0 votes

I've been trying to work around this, banging my head, for 2 days now. XD

I know this can be solved via dirty, spaghetti code and shove all audio into their respective scripts/scenes. But i'm too stubborn and i want this to work.

Case:

  • I want to play all my audio from a singleton.
  • I want a scene with a library of all my audio.
  • Ideally, i want to call it from any script like this: audioManager.play("confirmButton") well, ideally.

Situation:

  • I've read the documentation about singletons over and over and over and ...
  • watched all the yt videos about gdscript singletons, inheritance, packaging scenes, scene trees, audio manipulation. But apparently, this isn't enough.
  • BTW, this would be my 3rd time using a singleton.
  • But this is my 1st time:

    • making a scene (audioPlayer.tscn),
    • creating a script for the root node of that scene (audioManager.gd),
    • making THAT script i just made into a singleton.

Now, i made an awesome dirty spaghetti code but with this pattern still, just to make it work. I'm at the stage where at least it's recognizing (i guess?) the children nodes of the root node of audioPlayer.tscn

Printing the properties of the node is telling me that it SHOULD BE WORKING. But I'm here, so it's not. :(

audioPlayer.tscn

  • audioPlayer (Node)

    • gameBgMusic (AudioStreamPlayer)
    • confirmButton (AudioStreamPlayer)
    • spring (AudioStreamPlayer2D)
    • shortJump (AudioStreamPlayer2D)
    • longJump (AudioStreamPlayer2D)

menu.gd (Just to call the function in the singleton)


extends Node func workNowPlsForCryingOutLoud():
$"/root/audioManager".play("confirmButton")

audioManager.gd (Singleton)

extends Node func play(sound = null):
if sound == null:
return
else:
var s = ResourceLoader.load("res://scenes/audioPlayer.tscn")
var scene = s.instance()
###############################################################
# Honestly? IDK if this is getting gameBgMusic or confirmButton
var music = scene.getchild(0)
###############################################################
music.volume
db = 100
music.play() # There is no sound coming out. if music.playing == false: print('not playing') else: print('playing') print('paused: ' + str(music.stream_paused)) print('pitch_scale: ' + str(music.pitch_scale)) print('mix_target: ' + str(music.mix_target)) print('bus: ' + str(music.bus)) print('autoplay: ' + str(music.autoplay)) print('volume_db: ' + music.volume_db)

What's the output of that beautiful pillar of print, you may ask?

  • playing
  • paused: False
  • pitch_scale: 1
  • mix_target: 0
  • bus: Master
  • autoplay: True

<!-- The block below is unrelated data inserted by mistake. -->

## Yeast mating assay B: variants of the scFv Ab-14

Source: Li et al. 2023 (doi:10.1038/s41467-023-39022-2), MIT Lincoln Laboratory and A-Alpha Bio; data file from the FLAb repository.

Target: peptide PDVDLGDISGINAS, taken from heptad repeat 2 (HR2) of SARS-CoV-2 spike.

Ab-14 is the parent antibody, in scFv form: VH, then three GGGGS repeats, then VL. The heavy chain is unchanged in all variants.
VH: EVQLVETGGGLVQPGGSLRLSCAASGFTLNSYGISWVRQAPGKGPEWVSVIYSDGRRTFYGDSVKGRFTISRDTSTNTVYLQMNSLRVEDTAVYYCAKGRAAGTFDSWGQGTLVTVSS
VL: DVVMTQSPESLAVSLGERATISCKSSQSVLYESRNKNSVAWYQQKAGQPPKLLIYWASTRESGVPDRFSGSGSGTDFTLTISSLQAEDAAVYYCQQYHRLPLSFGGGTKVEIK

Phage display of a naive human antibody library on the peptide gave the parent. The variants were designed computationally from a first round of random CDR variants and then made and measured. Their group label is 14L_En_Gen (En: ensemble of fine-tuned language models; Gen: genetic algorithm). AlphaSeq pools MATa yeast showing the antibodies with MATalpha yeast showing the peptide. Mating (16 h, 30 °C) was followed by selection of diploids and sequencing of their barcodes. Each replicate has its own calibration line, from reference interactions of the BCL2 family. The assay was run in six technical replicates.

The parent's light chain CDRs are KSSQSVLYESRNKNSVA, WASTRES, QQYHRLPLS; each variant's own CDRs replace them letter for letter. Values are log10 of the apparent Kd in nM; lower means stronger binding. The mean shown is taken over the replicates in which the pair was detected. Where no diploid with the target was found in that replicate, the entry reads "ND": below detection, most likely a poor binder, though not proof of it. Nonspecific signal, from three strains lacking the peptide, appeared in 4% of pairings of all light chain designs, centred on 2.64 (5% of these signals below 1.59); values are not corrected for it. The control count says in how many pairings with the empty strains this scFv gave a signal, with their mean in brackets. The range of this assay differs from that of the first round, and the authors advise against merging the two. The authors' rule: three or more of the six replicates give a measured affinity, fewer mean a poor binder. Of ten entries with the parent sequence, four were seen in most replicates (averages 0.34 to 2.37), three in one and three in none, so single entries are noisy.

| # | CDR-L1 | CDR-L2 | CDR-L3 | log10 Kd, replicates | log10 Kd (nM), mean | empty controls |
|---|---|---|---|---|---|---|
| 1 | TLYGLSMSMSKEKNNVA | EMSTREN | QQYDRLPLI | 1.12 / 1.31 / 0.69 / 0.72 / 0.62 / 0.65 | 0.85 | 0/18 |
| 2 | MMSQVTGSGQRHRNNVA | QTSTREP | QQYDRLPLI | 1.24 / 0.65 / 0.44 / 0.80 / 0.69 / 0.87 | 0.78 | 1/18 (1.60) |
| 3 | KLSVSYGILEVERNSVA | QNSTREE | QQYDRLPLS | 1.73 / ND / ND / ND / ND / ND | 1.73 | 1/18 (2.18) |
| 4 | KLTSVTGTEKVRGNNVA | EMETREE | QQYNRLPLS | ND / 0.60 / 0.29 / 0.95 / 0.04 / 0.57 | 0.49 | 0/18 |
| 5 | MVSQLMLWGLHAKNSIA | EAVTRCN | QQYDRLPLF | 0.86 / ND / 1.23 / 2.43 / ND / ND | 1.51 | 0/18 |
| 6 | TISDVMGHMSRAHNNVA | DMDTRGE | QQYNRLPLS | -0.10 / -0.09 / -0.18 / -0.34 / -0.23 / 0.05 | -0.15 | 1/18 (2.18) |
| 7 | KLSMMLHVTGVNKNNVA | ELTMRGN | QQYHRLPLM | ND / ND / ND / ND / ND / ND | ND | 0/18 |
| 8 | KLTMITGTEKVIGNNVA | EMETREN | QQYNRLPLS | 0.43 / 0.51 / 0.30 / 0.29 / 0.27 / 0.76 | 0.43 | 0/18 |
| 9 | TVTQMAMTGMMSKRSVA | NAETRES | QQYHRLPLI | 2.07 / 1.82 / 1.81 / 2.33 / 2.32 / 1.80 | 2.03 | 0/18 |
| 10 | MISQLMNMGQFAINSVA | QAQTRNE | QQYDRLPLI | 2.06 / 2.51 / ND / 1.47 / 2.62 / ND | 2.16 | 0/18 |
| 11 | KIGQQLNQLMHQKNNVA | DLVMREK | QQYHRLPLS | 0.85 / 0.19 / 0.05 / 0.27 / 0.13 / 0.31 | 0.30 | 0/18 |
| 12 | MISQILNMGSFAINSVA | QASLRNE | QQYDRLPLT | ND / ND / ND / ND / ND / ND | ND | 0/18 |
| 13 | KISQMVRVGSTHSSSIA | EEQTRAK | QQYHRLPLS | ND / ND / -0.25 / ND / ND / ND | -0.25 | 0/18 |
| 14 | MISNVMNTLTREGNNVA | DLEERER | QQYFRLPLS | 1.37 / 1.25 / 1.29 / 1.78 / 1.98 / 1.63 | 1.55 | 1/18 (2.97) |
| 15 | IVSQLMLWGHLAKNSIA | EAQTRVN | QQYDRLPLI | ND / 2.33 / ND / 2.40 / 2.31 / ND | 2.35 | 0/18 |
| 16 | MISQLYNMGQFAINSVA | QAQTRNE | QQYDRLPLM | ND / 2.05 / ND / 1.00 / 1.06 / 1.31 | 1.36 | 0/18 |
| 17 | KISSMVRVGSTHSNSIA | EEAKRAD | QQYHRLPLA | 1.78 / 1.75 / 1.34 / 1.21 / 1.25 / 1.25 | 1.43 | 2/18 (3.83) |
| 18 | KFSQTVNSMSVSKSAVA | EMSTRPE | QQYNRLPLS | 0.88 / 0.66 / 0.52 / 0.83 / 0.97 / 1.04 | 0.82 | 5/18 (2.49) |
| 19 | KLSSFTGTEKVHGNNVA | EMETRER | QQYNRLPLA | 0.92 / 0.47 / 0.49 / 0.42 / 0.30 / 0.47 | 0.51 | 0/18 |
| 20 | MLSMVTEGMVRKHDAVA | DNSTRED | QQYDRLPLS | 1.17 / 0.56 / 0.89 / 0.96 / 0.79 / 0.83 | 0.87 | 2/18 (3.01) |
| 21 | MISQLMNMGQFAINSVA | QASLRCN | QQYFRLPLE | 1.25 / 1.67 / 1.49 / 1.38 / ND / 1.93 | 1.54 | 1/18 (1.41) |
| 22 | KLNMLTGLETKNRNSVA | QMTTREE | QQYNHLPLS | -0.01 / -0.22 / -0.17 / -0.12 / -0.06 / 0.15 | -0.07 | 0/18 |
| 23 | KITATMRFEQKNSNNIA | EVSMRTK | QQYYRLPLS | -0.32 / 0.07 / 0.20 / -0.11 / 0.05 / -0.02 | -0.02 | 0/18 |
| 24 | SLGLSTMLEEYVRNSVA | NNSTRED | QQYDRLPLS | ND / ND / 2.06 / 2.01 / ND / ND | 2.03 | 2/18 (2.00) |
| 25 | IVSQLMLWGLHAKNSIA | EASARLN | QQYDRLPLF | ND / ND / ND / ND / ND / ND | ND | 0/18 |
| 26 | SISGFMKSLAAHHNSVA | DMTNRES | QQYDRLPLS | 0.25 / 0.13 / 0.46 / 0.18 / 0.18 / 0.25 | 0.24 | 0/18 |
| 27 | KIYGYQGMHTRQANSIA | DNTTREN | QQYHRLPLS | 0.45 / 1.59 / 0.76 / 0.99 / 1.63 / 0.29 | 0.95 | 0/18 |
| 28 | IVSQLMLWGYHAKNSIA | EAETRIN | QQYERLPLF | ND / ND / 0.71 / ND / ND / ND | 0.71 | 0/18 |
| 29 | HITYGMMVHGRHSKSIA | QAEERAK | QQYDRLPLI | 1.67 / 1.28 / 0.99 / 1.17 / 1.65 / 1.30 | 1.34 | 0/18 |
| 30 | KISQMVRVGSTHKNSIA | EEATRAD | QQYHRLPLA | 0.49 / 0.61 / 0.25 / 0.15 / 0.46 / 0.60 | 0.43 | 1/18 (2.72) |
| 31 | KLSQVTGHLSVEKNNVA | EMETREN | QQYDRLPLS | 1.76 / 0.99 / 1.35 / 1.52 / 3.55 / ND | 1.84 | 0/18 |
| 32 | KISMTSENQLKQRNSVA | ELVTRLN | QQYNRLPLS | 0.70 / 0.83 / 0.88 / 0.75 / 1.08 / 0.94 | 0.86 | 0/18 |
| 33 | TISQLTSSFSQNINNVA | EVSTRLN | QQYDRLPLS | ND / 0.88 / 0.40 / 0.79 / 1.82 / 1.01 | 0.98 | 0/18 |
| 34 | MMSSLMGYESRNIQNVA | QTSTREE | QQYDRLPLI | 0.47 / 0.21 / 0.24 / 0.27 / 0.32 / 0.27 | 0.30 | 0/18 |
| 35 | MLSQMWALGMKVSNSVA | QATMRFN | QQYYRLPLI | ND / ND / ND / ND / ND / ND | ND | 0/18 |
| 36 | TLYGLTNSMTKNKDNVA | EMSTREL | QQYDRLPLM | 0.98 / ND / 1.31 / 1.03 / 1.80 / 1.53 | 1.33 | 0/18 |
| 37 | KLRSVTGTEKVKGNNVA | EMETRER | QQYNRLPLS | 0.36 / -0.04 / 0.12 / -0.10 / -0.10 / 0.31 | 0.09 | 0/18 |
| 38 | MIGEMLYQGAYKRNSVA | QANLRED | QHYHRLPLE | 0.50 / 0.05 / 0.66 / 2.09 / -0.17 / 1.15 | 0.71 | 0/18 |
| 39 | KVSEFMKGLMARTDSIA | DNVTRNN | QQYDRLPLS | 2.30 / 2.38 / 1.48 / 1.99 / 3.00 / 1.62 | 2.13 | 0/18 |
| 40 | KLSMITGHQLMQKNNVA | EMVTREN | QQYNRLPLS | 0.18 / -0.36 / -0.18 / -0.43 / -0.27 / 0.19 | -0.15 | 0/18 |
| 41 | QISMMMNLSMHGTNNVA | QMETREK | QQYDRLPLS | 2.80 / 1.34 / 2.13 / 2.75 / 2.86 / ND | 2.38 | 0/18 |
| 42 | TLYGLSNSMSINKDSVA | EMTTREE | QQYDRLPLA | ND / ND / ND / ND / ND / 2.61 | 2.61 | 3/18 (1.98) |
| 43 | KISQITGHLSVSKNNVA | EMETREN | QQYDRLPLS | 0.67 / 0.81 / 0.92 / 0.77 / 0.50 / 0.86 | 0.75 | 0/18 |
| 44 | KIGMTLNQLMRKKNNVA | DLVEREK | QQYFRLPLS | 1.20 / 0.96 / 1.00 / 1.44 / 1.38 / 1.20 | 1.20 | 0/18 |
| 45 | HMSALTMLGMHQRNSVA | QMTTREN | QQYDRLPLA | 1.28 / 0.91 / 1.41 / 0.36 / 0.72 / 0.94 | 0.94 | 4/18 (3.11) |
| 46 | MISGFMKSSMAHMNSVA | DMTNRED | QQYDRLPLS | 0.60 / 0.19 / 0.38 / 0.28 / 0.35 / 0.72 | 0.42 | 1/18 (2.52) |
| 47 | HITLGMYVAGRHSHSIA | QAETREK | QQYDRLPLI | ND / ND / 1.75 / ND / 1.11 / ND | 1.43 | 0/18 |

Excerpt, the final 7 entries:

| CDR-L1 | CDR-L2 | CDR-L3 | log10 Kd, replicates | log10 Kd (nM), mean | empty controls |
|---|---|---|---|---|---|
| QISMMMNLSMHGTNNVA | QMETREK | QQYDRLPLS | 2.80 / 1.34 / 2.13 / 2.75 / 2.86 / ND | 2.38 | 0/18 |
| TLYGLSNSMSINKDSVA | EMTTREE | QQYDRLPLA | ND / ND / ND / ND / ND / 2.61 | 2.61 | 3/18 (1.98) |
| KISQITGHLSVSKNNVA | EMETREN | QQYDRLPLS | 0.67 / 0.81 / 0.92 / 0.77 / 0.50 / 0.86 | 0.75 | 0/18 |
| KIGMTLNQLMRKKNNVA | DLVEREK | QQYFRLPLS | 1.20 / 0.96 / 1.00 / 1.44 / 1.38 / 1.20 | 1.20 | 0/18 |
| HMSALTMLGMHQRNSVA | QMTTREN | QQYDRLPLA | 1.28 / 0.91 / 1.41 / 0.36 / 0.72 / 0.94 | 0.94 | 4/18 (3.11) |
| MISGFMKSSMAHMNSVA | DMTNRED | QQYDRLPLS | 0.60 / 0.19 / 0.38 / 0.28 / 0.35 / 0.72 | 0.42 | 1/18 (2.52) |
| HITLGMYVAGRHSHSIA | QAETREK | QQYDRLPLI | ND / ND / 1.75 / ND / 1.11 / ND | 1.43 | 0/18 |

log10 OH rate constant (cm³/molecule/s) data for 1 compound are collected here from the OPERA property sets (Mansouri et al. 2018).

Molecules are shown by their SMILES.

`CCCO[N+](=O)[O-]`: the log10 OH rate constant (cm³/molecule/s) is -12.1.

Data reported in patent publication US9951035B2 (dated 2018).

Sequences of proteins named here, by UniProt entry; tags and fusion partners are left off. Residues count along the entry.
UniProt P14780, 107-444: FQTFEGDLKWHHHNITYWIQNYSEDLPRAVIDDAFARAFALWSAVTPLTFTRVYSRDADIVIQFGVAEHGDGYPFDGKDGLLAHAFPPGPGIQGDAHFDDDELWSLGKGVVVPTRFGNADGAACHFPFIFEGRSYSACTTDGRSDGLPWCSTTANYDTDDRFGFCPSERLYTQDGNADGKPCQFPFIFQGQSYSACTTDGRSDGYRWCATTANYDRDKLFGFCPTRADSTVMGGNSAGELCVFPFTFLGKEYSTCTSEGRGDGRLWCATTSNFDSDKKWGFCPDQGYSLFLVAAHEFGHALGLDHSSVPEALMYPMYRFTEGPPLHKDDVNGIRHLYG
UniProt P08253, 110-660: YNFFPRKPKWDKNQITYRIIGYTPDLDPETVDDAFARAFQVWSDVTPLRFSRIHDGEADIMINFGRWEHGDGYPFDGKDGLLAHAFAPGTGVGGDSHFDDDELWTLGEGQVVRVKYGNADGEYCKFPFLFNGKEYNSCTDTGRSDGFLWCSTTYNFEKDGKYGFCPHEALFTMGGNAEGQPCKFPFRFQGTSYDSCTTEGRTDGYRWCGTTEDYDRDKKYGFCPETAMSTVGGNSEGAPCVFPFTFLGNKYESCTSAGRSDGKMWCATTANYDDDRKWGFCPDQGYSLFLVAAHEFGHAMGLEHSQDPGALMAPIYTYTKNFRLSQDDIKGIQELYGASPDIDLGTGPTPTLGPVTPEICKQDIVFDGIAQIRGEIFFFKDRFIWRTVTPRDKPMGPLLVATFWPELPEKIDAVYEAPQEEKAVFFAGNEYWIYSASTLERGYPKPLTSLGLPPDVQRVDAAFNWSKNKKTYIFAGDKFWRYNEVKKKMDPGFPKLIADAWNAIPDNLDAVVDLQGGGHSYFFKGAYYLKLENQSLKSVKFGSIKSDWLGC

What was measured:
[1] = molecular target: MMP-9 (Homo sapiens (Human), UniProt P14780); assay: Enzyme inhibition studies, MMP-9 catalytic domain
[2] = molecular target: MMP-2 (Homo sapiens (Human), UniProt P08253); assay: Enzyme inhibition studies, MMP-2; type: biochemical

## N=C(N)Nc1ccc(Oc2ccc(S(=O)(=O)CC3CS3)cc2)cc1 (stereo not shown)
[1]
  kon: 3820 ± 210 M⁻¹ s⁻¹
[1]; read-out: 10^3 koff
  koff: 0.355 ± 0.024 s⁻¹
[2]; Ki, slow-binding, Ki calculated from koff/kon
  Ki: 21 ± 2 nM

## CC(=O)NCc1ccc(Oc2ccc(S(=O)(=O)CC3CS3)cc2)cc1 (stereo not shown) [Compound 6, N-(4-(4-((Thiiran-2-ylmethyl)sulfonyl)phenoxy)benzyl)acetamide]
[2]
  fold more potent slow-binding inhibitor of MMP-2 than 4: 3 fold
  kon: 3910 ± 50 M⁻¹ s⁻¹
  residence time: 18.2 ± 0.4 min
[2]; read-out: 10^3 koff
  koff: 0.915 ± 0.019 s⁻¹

• 100

Just in case someone asks. Yes, i checked my speakers if they were on and my volume if it was high enough. I even cranked it up to 100 while testing it. I also checked if there is actual audio output via YT, Spotify.

Someone save me from insanity. >.<

Godot 3.1.1

asked May 24, 2019 in Engine by jagc (87 points)

2 Answers

0 votes
Best answer

After banging my head some more, i finally figured it out.

For reference, this is the design i came up with:

game loads (root) [(currently using)] (medium sized game)
  load audio script (singleton)
    preload audio library of game
  load changeable scene
    load every other nodes of the scene
      call audio (singleton script) via events/signals
        load audio node [scene tree library] (load all audio of game)
          play necessary audio
            queue_free() after sound plays
              removes loaded audio node

menu.gd (Just to call the function in the singleton)


extends Node func workNowPlsForCryingOutLoud(): var volume_db = 10 var pitch_scale = 3 audioManager.play("confirmButton", {volume_db = volume_db, pitch_scale = pitch_scale})

audioManager.gd (Singleton)


extends Node var audioScene = load("res://scenes/audioPlayer.tscn") as PackedScene sample way to call it: audioManager.play("confirmButton", {volumedb = 100, pitchscale = 9}) func play(audioSoundName, optionals = {}):
var audio = audioScene.instance(); addchild(audio)
var sound = audio.get
node(audioSoundName) _setSoundProperties(sound, optionals) sound.play() return sound

func _setSoundProperties(sound, optionals):
    var volume_db = (100 if not optionals.has('volume_db') else optionals['volume_db'])
    var pitch_scale = (0 if not optionals.has('pitch_scale') else optionals['pitch_scale'])
    var mix_target = (0 if not optionals.has('mix_target') else optionals['mix_target'])
    var bus = ('Master' if not optionals.has('bus') else optionals['bus'])
    var autoplay = (false if not optionals.has('autoplay') else optionals['autoplay'])
    var stream_paused = (false if not optionals.has('stream_paused') else optionals['stream_paused'])

    # MIX_TARGET_STEREO   = 0 The audio will be played only on the first channel.
    # MIX_TARGET_SURROUND = 1 The audio will be played on all surround channels.
    # MIX_TARGET_CENTER   = 2 The audio will be played on the second channel, which is usually the center.
    sound.mix_target = mix_target #int value of any from above comment

    sound.volume_db = volume_db #tested range: 0-100
    sound.pitch_scale = pitch_scale #range from 0-16
    sound.bus = bus #string name of bus channel
    sound.autoplay = autoplay #bool: true or false
    sound.stream_paused = stream_paused #bool: true or false
    
    return sound

What the problem was.
- I was calling the audio scene node from a location it wasn't loaded in to.
- Hence, i keep on getting null based errors.

If you missed it, calling the function can be as simple as: audioManager.play("confirmButton")